All until this year, when the Balkans found itself completely surrounded.

It would be far too tedious to try to explain the complexity of this new political reality for the people from the Balkans. Instead, let's just say that it imposes a heavy to impossible transaction cost to the functioning of the Balkan economy. A businessperson planning a business trip through a few new EU member states and a few of the old ones would have to spend a month (at least) obtaining visas. Anyone confronted with such a challenge, realizing on top of that the amount of working hours he or she would have to spend in all the different consulates, would simply give up. And let's not forget the cost. Many estimates have pointed out that a significant share of the financial aid the EU gives to these countries is offset by what they spend on visas. Why not simply reduce or completely withdraw aid in exchange for lifting of the visas? The governments of the Balkans would instantly agree to such a deal.

In the meantime, bureaucrats in Brussels cry their lungs out with the worn our phrase of how regional integration of the Balkans is critical for its rapprochement with the EU. Can there be a better example of how much political rhetoric can be divorced from political reality? Can there be a blunter instance of how deeds defy words?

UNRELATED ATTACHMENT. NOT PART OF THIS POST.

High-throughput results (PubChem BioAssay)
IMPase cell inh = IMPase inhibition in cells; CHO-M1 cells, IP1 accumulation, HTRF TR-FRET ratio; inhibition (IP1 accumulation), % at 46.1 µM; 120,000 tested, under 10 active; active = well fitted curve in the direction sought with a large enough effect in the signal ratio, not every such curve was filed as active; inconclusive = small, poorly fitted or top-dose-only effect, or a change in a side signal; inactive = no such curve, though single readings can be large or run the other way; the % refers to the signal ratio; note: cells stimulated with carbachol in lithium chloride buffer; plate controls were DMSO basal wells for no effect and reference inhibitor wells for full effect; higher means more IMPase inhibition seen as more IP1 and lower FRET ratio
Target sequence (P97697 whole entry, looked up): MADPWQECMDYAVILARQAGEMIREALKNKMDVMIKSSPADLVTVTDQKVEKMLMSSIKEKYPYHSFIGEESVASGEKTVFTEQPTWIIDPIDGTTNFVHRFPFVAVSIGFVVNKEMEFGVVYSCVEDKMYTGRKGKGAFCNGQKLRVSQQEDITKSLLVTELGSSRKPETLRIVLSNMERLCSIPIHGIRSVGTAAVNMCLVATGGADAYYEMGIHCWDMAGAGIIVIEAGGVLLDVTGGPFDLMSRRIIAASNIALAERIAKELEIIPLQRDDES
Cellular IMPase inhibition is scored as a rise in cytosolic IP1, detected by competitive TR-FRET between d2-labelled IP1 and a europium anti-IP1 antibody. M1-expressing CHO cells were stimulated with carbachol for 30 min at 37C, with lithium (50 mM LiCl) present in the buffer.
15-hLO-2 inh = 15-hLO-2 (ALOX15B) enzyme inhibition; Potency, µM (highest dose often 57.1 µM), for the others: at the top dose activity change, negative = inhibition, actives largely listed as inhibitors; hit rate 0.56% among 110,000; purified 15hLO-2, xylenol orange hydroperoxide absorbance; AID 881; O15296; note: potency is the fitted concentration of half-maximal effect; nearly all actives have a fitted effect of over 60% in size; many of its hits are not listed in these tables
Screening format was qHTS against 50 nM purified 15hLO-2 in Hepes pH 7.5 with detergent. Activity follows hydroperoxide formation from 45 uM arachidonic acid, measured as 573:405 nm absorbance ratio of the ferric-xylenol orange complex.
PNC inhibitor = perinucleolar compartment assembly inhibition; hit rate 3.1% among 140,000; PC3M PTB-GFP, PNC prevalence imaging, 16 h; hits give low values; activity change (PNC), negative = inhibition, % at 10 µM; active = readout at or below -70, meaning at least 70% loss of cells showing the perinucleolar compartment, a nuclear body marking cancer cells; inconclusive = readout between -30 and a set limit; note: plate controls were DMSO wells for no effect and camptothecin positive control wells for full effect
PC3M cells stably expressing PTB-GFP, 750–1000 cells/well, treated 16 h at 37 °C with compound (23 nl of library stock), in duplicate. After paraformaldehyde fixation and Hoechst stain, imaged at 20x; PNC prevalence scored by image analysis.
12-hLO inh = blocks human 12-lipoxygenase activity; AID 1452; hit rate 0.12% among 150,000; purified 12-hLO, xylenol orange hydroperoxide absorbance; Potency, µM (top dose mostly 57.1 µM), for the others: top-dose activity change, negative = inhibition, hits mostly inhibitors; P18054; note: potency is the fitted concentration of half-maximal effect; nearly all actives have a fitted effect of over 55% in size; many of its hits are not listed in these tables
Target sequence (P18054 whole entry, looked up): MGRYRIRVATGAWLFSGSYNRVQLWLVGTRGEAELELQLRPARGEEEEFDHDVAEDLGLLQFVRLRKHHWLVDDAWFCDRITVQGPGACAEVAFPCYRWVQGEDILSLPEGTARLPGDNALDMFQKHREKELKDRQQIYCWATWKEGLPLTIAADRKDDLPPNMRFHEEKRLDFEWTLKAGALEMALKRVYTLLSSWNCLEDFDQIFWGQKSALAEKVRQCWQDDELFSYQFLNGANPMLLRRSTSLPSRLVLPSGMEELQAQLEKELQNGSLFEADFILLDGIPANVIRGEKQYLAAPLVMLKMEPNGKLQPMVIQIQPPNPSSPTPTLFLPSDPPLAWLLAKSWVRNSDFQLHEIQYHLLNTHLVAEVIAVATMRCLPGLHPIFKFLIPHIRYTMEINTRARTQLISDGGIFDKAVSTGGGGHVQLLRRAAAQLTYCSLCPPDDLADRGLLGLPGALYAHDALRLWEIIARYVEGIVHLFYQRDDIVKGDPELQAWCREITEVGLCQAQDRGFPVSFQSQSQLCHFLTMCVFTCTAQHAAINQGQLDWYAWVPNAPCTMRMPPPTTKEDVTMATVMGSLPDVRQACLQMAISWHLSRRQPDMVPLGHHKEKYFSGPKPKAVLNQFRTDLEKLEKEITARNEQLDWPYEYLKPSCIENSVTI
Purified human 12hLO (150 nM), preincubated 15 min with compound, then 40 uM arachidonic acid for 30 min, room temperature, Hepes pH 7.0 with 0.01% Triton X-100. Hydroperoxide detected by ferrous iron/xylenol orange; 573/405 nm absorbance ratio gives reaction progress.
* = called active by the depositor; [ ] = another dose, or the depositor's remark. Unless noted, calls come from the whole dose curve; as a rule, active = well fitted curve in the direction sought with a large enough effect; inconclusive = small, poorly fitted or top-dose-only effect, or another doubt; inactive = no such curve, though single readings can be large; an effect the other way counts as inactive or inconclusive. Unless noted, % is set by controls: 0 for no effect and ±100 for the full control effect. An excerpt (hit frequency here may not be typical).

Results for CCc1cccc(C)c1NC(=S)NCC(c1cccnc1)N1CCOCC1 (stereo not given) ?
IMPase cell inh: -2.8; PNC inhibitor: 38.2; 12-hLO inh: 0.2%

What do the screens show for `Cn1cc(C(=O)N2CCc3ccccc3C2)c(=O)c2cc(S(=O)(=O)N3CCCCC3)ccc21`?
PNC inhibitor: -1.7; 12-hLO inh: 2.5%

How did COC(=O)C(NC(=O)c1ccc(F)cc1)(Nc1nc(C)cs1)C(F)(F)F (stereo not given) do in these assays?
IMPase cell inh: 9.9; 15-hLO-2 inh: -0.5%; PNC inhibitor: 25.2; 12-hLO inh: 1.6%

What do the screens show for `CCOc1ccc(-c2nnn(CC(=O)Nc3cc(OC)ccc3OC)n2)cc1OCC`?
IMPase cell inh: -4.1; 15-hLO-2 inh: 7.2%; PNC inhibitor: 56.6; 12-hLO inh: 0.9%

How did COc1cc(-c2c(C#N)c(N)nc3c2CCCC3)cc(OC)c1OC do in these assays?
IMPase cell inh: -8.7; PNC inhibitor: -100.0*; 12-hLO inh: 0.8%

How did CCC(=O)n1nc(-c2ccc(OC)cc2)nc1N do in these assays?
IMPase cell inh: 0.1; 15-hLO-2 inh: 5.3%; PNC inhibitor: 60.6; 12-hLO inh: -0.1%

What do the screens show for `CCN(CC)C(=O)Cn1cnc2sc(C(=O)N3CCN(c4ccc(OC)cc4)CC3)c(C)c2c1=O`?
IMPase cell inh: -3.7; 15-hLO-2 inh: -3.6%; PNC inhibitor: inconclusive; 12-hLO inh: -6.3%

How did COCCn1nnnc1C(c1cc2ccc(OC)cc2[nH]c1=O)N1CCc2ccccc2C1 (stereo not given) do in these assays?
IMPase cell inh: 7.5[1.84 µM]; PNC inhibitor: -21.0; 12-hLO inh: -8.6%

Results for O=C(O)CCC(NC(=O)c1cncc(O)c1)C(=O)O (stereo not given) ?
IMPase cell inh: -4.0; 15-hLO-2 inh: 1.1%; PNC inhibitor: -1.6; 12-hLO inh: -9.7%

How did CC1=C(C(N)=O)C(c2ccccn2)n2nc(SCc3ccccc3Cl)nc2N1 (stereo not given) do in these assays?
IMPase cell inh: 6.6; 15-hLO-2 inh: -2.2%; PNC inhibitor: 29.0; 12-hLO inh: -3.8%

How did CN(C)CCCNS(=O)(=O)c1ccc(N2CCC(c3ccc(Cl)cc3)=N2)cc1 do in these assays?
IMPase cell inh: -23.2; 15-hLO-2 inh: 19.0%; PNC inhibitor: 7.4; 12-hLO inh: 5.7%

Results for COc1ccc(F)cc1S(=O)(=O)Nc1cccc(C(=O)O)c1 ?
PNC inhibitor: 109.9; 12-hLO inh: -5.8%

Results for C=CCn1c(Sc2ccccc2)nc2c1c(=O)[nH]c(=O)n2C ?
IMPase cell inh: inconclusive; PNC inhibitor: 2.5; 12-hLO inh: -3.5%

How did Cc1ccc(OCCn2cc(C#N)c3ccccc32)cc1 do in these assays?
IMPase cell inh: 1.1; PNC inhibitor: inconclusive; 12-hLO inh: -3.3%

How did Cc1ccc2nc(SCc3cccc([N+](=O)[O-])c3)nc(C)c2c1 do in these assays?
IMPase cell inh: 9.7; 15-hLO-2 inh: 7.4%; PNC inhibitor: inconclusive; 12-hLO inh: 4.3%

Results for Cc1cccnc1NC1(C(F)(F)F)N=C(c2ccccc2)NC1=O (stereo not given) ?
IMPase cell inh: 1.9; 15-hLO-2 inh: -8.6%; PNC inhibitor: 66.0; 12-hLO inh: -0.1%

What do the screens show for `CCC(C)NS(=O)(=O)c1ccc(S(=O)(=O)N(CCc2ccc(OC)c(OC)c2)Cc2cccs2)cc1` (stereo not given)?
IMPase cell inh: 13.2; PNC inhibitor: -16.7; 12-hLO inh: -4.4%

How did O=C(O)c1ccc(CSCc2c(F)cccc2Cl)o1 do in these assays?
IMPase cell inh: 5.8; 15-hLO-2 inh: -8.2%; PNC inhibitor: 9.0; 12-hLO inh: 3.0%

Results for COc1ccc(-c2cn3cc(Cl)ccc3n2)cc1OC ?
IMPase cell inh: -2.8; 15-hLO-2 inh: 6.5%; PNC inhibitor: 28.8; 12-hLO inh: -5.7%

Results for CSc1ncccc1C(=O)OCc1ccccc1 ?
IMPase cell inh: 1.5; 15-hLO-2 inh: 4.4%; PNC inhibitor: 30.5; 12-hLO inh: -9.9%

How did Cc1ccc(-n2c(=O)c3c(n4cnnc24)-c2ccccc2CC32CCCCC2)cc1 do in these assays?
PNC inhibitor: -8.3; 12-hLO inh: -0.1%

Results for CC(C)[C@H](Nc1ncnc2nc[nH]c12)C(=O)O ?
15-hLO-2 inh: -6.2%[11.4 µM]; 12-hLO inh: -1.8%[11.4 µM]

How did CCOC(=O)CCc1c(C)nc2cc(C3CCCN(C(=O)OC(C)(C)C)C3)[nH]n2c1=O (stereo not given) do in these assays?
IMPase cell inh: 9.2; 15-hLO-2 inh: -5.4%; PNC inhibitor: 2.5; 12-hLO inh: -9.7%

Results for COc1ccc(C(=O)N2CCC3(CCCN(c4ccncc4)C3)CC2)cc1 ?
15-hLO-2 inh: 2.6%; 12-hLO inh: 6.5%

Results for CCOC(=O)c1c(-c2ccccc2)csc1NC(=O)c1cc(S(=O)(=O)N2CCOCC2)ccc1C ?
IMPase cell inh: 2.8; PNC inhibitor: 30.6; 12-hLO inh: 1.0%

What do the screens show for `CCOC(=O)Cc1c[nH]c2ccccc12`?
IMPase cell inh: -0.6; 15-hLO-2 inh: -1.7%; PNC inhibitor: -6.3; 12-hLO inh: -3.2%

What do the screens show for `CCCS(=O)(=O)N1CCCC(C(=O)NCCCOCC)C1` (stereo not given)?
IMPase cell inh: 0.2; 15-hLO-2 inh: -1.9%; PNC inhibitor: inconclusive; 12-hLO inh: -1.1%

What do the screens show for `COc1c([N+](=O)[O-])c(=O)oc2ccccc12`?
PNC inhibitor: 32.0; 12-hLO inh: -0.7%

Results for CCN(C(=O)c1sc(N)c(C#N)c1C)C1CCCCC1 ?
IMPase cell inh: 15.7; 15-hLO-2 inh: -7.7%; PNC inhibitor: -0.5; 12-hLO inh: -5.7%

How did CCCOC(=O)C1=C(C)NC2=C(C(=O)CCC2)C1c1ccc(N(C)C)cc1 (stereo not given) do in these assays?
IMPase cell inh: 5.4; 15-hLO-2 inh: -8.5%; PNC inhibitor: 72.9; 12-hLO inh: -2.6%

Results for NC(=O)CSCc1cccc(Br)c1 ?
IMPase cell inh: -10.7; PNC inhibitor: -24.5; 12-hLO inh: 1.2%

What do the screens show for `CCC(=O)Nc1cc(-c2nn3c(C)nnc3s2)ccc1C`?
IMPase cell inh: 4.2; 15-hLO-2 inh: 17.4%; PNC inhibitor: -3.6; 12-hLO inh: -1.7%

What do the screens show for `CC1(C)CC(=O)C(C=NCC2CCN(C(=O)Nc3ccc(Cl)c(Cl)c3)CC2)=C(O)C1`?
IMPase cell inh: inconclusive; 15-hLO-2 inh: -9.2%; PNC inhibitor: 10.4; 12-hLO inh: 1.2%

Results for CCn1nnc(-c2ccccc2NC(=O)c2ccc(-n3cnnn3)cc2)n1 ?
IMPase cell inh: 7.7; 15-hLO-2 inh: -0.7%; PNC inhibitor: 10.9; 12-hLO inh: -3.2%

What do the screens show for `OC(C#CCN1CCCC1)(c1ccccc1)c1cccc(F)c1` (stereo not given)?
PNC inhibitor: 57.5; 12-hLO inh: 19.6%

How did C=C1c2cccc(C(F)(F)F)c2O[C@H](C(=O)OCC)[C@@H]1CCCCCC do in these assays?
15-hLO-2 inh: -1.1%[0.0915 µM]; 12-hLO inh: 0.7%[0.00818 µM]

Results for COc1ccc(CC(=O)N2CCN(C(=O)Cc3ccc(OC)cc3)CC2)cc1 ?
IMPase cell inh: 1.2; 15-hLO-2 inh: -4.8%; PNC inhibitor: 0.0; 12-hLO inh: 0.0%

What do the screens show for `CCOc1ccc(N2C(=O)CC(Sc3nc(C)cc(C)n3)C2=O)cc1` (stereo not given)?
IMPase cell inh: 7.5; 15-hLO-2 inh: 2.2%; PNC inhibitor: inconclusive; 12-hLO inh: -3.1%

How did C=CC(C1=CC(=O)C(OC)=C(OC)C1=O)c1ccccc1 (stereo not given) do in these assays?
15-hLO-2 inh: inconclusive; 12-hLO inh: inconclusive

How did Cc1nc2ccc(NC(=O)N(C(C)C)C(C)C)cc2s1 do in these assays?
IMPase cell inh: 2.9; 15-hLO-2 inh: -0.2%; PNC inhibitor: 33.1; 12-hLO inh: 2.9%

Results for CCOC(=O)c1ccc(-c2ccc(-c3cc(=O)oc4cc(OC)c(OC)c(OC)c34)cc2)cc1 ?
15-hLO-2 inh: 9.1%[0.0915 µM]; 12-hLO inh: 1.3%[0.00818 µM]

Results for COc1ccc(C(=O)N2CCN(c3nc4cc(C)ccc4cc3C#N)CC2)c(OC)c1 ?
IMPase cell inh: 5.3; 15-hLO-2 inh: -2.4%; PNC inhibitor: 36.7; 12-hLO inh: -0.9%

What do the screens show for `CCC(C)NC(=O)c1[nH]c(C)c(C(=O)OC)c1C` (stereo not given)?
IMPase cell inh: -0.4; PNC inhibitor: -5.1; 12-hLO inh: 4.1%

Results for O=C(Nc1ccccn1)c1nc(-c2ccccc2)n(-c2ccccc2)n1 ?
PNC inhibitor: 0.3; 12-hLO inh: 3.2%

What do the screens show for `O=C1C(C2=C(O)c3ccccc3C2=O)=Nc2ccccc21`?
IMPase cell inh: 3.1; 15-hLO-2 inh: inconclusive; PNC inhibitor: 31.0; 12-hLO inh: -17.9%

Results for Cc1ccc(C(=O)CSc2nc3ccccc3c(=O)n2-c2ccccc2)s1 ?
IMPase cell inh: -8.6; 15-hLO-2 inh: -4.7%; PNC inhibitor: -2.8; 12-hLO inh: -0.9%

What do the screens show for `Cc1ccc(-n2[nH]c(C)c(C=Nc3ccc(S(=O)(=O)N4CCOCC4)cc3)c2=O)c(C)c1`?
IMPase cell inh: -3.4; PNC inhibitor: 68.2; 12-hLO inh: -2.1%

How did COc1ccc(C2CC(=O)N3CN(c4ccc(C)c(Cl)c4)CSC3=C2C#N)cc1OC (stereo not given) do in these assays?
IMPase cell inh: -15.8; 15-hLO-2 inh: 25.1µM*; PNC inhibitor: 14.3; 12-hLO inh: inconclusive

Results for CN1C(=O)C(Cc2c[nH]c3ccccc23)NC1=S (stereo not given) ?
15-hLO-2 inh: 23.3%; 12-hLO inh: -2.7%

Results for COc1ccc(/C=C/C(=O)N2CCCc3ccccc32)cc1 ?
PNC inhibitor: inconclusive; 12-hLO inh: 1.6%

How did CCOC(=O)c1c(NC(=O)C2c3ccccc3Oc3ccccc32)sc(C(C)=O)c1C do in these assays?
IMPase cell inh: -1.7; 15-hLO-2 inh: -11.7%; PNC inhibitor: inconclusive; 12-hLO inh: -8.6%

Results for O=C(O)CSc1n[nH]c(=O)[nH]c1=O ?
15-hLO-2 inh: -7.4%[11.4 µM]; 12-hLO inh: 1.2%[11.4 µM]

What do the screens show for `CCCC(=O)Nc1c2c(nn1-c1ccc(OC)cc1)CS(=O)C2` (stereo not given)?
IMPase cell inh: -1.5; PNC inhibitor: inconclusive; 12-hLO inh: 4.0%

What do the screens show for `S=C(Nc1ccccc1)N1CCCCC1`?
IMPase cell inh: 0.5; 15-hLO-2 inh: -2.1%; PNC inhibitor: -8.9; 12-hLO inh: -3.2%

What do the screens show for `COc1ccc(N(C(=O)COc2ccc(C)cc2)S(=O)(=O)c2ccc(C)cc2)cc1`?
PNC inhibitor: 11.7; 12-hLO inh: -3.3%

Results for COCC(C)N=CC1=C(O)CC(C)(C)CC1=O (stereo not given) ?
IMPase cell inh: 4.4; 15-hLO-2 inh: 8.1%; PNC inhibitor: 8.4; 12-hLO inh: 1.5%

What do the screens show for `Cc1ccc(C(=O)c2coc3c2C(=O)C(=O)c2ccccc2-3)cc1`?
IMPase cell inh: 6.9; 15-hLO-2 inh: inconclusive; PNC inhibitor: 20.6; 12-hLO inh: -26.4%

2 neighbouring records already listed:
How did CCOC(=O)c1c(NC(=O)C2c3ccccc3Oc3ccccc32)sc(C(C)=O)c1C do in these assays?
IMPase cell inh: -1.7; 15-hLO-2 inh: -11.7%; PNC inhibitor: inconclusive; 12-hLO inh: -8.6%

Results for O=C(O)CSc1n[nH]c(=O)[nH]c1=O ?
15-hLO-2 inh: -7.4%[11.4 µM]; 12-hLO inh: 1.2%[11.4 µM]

How can a state integrate regionally if it cannot move out?

Visa prices and the example of the difficulty of travel above are merely the tip of the iceberg. The long-term economic cost will far outweigh the short-term one, which is nevertheless gigantic. How can these countries have a shipping industry for example? Their truckers lost their businesses. Customers want reliability; they do not want to hear that the consular clerk (who gets to decide) had a bad day. How will companies promote their exports and fight for a market abroad? And in a longer term—how will they ever integrate? How can the young Balkan businesspersons of today be expected to create a way for the global integration of their economies when they are likely not to be able to find their way around a larger international airport? How would they, when they have never seen one?